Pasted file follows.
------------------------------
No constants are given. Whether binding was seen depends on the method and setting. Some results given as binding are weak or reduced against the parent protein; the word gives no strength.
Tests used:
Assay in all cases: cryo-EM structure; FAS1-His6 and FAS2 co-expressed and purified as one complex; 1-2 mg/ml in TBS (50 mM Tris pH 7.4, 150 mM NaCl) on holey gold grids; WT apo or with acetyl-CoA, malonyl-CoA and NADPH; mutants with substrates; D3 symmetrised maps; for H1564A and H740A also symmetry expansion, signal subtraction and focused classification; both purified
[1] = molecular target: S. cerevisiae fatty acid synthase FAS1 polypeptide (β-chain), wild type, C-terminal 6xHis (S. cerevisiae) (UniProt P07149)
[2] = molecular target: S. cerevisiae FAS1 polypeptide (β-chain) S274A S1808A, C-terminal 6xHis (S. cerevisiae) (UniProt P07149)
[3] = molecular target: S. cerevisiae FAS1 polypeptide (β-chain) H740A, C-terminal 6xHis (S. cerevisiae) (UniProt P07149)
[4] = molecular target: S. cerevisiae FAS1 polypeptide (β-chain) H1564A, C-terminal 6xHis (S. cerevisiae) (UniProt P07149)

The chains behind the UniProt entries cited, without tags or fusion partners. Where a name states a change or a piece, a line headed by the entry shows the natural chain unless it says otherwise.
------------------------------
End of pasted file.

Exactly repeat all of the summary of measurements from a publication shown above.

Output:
No constants are given. Whether binding was seen depends on the method and setting. Some results given as binding are weak or reduced against the parent protein; the word gives no strength.
Tests used:
Assay in all cases: cryo-EM structure; FAS1-His6 and FAS2 co-expressed and purified as one complex; 1-2 mg/ml in TBS (50 mM Tris pH 7.4, 150 mM NaCl) on holey gold grids; WT apo or with acetyl-CoA, malonyl-CoA and NADPH; mutants with substrates; D3 symmetrised maps; for H1564A and H740A also symmetry expansion, signal subtraction and focused classification; both purified
[1] = molecular target: S. cerevisiae fatty acid synthase FAS1 polypeptide (β-chain), wild type, C-terminal 6xHis (S. cerevisiae) (UniProt P07149)
[2] = molecular target: S. cerevisiae FAS1 polypeptide (β-chain) S274A S1808A, C-terminal 6xHis (S. cerevisiae) (UniProt P07149)
[3] = molecular target: S. cerevisiae FAS1 polypeptide (β-chain) H740A, C-terminal 6xHis (S. cerevisiae) (UniProt P07149)
[4] = molecular target: S. cerevisiae FAS1 polypeptide (β-chain) H1564A, C-terminal 6xHis (S. cerevisiae) (UniProt P07149)

The chains behind the UniProt entries cited, without tags or fusion partners. Where a name states a change or a piece, a line headed by the entry shows the natural chain unless it says otherwise.